Thanks for your comments from yesterday’s post. I shared them with our team. And thanks to our Bahamas mission trip brothers and sisters. We’re praying for you -- go with God!
First of all, it’s amazing what a good night of sleep will do to restore and refresh!! We’re back from our first day on the work site, sitting on the roof of our house, hanging out until dinner and enjoying a pleasant breeze.
Today was our first day on the work site. There’s so much more to write than I have time for. I don’t even think words can do the day justice. Our main goal was to prepare the site for setting columns and foundation. This consisted of moving lots and lots and lots of rocks, and digging enormous holes, which also involved—moving lots and lots of rocks. But the main job was removing five trees, including stumps—using only pickaxes, axes and machetes!! Everyone had a chance to jump in and chop away, but to watch the Dominicans yield these tools of destruction and tame the trees into submission was truly a sight to behold.
A few words sum up the day:
- Machete (Anything and I mean anything can be chopped down with one of these! Picture Lucas, one of the site maestros with a machete in one hand and a Bible in the other--really!)
- Cana (sugar cane that a passing man sold like we sell ice cream. Eating it was like chewing on a stick with sweet liquid inside.)
- Coco (coconuts that the kids gathered up from one of the fallen trees. We hacked them open . . . with a machete, of course. . . and drank the liquid.)
- Limoncilla (little fruits with the appearance of tiny limes that came off one of the trees we chopped down. Honestly they were like sweet-tart, gooey, stringy eyeballs. But the Dominican children loved them…and so did some of our kids.)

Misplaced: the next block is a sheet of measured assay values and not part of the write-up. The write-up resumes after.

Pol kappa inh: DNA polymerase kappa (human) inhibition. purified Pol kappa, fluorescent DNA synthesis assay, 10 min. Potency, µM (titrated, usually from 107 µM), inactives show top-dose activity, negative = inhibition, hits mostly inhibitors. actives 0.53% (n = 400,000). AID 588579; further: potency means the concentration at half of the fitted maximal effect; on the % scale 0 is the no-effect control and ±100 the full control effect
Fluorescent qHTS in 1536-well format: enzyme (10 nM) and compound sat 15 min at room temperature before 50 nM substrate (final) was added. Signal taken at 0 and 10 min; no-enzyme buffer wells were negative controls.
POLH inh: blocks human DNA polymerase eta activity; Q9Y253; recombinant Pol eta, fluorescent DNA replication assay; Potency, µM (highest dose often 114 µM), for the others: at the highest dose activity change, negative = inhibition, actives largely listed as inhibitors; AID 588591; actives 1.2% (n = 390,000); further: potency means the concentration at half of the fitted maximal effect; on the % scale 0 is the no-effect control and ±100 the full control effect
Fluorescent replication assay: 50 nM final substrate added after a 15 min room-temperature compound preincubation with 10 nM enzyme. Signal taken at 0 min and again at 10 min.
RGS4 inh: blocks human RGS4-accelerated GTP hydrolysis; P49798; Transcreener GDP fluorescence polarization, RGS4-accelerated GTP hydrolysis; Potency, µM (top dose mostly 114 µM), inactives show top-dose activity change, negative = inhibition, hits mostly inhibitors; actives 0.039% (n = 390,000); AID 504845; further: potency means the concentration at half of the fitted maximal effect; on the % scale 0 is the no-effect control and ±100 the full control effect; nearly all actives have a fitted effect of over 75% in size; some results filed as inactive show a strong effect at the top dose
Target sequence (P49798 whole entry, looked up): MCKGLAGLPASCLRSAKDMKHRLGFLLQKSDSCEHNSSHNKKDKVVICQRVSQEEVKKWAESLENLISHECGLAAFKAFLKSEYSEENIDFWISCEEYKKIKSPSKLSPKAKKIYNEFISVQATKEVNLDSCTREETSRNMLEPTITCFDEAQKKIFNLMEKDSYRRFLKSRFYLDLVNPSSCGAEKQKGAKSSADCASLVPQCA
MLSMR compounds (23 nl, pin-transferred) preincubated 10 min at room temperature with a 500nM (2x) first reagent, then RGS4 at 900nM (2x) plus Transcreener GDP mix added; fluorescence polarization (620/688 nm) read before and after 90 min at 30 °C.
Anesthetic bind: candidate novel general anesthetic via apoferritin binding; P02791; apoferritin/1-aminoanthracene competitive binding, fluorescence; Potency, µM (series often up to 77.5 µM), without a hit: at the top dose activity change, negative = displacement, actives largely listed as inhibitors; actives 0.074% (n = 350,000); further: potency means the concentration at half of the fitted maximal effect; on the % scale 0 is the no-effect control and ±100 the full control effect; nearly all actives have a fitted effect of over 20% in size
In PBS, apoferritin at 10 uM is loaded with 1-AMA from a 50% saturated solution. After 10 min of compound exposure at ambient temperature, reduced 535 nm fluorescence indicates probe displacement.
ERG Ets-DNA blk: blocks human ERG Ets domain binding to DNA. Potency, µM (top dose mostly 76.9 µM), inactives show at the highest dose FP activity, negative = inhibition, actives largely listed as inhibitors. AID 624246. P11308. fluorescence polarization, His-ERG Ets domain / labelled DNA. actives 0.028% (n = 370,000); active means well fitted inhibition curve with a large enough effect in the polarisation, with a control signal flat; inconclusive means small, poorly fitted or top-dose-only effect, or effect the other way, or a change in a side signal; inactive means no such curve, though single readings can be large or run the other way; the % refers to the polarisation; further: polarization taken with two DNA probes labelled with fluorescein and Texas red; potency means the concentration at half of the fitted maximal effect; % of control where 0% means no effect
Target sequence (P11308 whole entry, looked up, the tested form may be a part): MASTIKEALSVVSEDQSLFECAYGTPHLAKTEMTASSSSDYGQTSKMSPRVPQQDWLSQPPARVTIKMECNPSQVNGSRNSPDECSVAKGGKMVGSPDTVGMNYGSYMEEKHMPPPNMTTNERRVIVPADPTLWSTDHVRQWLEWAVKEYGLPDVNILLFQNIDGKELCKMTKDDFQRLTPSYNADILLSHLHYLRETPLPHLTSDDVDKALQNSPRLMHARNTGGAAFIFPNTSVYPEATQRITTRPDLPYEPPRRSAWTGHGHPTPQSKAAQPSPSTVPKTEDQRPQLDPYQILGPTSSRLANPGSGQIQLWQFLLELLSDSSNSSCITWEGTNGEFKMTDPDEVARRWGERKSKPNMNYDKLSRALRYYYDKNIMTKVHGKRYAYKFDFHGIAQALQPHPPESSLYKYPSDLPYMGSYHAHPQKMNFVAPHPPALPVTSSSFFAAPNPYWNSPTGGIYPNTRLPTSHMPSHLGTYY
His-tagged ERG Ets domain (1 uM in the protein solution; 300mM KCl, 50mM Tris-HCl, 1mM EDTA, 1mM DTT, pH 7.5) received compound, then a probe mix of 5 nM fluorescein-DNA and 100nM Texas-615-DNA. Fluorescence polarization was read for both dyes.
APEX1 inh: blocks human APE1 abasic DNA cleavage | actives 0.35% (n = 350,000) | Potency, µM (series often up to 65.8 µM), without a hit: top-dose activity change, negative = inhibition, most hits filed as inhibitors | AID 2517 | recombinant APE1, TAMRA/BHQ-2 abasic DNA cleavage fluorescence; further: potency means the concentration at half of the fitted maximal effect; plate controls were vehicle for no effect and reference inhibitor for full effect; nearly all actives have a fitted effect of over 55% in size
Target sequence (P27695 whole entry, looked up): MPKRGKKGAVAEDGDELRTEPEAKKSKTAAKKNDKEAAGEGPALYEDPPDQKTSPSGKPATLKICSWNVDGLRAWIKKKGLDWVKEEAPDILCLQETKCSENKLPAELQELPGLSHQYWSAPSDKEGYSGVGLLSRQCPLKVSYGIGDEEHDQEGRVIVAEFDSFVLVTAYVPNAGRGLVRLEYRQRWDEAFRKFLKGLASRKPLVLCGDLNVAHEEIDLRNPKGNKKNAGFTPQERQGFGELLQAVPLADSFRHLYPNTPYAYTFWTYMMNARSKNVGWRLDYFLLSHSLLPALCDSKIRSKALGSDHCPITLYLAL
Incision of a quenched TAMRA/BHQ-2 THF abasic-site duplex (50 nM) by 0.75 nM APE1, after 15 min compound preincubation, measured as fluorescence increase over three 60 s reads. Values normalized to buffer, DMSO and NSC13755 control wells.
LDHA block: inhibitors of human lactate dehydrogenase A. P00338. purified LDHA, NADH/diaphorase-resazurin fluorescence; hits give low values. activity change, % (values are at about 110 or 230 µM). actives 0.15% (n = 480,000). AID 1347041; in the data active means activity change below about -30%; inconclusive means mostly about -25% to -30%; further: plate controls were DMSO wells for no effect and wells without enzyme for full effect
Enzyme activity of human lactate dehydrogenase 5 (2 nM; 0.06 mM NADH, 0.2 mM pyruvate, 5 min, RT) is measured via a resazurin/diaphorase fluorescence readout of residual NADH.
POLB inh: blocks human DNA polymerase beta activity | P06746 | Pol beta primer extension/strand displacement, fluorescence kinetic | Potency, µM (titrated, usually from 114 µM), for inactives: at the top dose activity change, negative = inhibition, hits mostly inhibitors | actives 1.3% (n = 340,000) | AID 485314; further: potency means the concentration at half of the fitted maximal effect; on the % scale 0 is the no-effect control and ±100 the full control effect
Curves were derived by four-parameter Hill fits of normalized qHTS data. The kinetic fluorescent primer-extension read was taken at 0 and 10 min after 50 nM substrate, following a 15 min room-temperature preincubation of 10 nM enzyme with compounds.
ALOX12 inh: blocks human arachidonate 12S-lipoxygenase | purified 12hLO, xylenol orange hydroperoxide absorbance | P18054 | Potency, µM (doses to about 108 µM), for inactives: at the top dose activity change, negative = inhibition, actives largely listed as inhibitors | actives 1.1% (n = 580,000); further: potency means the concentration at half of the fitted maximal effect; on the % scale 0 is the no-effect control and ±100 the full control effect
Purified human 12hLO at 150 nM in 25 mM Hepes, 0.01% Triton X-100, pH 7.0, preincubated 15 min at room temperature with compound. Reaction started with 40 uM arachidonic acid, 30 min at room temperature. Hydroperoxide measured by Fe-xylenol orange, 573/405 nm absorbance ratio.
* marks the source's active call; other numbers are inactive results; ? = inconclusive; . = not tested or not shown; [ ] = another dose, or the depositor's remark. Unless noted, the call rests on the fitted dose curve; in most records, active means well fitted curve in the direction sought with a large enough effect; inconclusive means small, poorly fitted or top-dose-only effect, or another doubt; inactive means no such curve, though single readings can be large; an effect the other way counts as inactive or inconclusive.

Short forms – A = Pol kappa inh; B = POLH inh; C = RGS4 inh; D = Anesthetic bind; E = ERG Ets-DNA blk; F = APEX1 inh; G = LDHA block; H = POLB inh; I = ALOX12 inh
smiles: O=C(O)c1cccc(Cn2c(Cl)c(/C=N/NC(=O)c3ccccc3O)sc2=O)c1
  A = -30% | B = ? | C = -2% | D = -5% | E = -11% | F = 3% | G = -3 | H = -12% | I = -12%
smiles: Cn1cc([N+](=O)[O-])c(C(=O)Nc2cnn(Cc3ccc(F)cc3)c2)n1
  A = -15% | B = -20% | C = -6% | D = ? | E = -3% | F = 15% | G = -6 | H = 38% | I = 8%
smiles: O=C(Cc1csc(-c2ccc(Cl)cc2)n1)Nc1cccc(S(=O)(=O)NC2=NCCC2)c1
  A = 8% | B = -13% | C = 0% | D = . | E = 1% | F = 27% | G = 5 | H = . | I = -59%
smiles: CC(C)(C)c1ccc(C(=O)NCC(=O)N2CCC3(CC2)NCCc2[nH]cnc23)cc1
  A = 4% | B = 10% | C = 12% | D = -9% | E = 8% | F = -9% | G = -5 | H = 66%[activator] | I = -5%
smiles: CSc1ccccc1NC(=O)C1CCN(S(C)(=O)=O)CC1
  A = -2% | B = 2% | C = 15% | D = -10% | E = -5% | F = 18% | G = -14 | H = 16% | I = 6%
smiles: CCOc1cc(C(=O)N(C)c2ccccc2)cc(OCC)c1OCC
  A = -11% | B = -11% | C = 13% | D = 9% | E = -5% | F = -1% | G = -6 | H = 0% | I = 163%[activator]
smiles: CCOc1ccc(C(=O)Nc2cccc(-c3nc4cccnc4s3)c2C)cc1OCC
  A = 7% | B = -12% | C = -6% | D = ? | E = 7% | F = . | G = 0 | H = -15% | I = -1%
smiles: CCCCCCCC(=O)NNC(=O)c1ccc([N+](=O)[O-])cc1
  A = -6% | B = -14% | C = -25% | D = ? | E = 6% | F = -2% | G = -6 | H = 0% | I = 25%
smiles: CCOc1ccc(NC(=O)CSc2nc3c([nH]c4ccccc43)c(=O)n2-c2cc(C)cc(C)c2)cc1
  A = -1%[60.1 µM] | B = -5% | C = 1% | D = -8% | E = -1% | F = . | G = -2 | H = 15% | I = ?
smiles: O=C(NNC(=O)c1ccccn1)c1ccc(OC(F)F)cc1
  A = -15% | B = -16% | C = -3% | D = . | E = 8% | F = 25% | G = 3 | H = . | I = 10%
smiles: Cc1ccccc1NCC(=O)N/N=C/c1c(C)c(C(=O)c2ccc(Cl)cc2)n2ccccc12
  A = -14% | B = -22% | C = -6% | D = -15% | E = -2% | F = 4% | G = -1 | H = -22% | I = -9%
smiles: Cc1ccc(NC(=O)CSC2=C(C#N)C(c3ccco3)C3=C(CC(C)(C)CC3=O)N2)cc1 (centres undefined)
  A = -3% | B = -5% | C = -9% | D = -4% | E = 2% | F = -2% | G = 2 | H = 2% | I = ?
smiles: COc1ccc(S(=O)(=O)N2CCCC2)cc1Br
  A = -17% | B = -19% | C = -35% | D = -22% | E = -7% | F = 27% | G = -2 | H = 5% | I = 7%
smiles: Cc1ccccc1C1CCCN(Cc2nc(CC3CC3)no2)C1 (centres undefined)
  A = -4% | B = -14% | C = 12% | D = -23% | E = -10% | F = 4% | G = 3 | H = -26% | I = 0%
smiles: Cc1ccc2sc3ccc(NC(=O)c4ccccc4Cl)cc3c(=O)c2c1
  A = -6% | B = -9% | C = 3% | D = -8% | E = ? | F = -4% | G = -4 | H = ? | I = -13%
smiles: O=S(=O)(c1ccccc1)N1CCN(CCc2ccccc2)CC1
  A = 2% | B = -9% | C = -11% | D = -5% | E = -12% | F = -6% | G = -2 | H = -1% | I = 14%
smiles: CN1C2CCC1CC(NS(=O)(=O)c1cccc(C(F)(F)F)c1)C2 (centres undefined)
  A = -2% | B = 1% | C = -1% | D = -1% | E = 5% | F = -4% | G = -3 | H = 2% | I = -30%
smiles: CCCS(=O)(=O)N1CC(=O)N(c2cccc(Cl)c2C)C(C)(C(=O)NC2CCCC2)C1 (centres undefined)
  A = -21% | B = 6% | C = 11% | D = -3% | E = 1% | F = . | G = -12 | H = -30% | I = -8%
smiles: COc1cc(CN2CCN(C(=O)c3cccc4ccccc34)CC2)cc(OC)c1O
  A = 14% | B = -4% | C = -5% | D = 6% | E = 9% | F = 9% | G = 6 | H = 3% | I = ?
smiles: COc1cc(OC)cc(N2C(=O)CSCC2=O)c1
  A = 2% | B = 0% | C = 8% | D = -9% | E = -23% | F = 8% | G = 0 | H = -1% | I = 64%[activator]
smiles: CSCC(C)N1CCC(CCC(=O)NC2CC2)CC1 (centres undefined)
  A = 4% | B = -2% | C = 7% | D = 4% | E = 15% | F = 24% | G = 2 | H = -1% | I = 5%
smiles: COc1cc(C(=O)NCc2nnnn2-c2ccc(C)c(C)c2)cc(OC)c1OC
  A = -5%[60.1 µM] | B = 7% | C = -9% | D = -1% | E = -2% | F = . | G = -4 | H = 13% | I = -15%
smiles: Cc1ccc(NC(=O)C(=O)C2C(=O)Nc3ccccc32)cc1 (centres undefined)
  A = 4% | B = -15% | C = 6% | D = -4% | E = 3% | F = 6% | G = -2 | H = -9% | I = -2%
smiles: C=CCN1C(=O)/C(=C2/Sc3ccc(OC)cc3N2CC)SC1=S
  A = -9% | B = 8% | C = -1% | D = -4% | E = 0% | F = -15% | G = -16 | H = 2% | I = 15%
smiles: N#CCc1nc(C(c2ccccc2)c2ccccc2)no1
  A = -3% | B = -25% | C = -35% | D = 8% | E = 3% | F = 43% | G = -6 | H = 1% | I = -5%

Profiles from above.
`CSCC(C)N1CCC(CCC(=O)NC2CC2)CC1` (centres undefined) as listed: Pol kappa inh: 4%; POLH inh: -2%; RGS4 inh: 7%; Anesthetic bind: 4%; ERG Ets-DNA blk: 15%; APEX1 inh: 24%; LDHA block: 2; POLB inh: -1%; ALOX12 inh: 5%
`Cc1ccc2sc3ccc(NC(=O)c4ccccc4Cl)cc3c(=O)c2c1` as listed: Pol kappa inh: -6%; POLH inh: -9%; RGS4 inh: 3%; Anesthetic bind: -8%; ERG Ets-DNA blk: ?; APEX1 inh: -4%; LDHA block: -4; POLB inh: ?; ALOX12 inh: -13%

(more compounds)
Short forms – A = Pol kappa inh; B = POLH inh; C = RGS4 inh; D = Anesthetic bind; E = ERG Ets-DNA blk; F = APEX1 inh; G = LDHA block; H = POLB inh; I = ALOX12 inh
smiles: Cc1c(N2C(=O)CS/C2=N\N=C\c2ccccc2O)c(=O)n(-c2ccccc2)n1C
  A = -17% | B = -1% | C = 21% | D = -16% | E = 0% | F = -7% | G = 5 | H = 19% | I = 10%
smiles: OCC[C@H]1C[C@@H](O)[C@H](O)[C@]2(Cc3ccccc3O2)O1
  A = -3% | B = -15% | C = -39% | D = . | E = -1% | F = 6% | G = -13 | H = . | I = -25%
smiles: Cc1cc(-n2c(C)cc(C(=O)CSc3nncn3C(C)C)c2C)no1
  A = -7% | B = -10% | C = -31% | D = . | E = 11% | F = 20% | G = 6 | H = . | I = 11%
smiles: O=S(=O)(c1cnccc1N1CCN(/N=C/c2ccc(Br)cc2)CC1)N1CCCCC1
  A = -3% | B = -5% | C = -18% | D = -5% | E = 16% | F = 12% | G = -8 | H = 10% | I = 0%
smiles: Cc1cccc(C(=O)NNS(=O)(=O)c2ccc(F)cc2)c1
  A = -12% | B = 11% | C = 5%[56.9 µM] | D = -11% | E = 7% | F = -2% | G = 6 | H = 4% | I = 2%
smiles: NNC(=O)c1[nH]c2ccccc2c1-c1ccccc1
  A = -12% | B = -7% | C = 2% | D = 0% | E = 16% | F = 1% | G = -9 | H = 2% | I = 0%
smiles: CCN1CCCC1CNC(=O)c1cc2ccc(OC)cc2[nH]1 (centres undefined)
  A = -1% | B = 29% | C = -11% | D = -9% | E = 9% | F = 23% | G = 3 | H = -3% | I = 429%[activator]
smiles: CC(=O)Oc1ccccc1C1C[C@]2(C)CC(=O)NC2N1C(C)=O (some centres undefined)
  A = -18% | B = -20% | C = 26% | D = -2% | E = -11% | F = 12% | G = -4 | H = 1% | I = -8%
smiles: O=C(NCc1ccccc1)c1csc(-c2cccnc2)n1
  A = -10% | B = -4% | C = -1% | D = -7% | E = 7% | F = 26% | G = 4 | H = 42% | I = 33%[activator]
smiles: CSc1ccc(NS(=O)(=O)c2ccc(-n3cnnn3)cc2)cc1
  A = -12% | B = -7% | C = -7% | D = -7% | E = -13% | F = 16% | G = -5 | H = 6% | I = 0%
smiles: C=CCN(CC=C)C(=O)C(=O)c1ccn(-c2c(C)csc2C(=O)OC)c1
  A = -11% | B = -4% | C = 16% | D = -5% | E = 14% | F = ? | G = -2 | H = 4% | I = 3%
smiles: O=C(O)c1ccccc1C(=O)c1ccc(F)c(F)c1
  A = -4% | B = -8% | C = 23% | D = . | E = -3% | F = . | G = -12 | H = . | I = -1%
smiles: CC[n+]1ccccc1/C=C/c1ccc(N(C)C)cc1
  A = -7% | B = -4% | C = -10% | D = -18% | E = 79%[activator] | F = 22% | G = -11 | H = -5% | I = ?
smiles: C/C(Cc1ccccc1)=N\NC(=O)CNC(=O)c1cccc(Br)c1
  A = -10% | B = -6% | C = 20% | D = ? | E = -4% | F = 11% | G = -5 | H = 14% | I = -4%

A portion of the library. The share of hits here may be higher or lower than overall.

- Amigo (“friend” The Dominicans young and small are unbelieably warm and friendly.)
- Ninos (“kids” This is definitely a kid-friendly experience for both gringos and Dominicans!)
- Pica (“bite” like… “Be careful, that bug bites [and usually has a million legs!”])
- Agua (In the blazing sun we drank vats of it)
- HOT (Forget about sweating, it was like we were leaking!)
Here’s today’s thought that I wrote for our trip’s devotional:
Each of us came on this trip for different reasons. Maybe you came to serve God…or maybe you came to find God. Maybe you’re here because you had to or because you thought you should. Right now you might be excited, joyful, nervous, anxious, tired or cranky. Your heart may be overflowing with God’s love or it might be parched and dry. No matter where you are or why you came, God has a plan for you in this place.
Any charitable group can come to the DR to build, teach and offer medical care. Many can even do it better than we do. But, as Christians, we come here to offer the one thing the world can’t offer—grace. Grace sets us apart from the world. So, here in the DR, we’re not just builders, teachers and helpers, we’re dispensers of grace. But what is grace?
Through Jesus, grace is God’s amazing, unending, perfect love coming to us free of charge, no strings attached; and it goes against every human instinct.
As Philip Yancey says in "What’s So Amazing About Grace?" Grace is
Christianity’s best gift to the world, a spiritual nova in our midst exerting a force stronger than vengeance, stronger than racism, stronger than hate. It comes free of charge to people who do not deserve it. Simply put, grace means there’s nothing
we can do to make God love us more. And grace means there is nothing we can do
to make God love us less.
With every song we sing, prayer we utter, wall we demolish, batch of concrete we mix, hug we share, tear we cry, we are being built together in a legacy of grace tracing all the way back to Jesus. As we work mano a mano to deconstruct and reconstruct, let the Spirit of God tear down walls in your own heart and let his grace do a new work in you.